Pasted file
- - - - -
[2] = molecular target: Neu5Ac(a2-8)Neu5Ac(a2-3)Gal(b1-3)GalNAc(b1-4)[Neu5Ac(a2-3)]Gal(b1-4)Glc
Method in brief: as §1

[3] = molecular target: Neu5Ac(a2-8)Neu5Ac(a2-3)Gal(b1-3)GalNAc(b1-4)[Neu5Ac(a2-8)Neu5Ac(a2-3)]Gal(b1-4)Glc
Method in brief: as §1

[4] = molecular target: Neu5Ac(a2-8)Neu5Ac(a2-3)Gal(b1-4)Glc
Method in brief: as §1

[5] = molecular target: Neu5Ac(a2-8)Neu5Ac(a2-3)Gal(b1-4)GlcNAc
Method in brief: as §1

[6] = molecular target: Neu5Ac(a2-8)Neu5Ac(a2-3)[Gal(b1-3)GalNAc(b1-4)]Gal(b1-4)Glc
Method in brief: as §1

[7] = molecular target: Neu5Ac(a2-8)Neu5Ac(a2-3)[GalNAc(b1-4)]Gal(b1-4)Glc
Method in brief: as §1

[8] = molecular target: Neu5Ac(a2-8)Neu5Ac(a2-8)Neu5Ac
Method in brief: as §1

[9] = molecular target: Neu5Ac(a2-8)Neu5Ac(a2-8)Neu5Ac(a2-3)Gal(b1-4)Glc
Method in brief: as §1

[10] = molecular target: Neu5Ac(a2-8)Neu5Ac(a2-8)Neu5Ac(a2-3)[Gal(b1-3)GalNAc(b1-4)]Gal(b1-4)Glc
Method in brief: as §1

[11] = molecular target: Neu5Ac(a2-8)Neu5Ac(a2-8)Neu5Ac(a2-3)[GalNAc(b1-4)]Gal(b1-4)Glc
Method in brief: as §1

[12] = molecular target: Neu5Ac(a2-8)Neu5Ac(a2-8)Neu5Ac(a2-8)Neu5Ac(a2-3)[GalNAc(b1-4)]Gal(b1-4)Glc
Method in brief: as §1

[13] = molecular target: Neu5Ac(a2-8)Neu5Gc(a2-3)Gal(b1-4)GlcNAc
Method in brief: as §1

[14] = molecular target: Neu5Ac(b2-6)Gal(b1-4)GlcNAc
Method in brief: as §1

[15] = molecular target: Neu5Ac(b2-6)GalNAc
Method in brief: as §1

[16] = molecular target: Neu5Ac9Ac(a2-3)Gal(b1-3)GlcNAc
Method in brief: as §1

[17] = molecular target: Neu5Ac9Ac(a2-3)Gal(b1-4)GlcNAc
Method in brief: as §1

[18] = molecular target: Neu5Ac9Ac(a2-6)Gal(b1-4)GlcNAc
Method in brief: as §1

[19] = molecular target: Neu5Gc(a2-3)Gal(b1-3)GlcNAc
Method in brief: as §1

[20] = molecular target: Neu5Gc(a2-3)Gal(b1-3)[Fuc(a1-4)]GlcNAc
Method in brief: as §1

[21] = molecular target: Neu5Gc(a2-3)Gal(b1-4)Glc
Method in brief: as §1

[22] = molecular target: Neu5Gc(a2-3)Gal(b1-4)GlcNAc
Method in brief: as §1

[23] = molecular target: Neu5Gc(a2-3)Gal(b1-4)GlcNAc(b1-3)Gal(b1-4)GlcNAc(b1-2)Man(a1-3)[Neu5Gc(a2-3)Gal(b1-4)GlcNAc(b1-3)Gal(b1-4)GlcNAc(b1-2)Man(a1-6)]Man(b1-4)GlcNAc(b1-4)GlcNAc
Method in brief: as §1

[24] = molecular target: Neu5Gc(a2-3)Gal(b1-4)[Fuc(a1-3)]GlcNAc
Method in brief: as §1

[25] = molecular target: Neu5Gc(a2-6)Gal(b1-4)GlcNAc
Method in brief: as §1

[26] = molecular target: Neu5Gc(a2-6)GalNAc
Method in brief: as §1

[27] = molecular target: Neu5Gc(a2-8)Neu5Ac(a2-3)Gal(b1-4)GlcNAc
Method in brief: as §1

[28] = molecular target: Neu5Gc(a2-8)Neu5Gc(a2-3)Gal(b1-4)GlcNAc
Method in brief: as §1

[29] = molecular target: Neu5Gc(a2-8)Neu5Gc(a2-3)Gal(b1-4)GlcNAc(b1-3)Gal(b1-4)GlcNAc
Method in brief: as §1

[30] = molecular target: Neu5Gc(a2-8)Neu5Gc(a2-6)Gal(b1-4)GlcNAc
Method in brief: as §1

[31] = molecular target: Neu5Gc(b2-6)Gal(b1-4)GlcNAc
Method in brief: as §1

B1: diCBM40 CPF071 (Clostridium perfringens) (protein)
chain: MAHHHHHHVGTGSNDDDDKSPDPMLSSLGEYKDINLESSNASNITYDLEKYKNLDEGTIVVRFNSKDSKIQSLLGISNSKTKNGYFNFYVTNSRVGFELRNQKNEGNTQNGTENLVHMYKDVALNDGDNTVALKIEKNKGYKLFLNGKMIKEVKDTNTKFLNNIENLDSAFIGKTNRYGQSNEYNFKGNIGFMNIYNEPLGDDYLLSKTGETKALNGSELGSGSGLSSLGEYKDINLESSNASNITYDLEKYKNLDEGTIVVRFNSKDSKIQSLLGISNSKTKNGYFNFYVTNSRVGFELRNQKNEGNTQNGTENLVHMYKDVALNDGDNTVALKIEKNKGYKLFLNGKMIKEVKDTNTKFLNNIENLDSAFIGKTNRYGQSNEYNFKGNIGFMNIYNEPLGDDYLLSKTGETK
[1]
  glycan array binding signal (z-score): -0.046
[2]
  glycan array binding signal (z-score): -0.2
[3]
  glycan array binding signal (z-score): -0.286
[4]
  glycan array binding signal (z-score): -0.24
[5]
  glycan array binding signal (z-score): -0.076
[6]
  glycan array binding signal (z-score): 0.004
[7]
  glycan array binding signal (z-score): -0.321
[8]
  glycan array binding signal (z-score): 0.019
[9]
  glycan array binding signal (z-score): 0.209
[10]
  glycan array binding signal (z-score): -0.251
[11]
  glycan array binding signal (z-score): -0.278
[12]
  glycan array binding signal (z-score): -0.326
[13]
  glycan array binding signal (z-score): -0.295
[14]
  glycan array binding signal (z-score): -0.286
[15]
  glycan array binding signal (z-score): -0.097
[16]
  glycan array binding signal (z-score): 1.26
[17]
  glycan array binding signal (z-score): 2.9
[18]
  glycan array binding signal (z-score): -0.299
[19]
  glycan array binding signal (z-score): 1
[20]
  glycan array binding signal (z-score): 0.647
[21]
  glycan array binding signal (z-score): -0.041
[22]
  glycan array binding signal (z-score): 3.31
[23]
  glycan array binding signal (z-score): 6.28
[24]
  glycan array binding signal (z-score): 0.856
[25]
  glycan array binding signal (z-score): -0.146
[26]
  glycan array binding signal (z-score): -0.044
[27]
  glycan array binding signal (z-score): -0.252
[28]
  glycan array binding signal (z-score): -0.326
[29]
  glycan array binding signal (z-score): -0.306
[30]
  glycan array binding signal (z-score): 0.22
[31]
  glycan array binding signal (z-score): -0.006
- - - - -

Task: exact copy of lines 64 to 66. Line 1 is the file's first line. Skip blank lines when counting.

  glycan array binding signal (z-score): -0.046
[2]
  glycan array binding signal (z-score): -0.2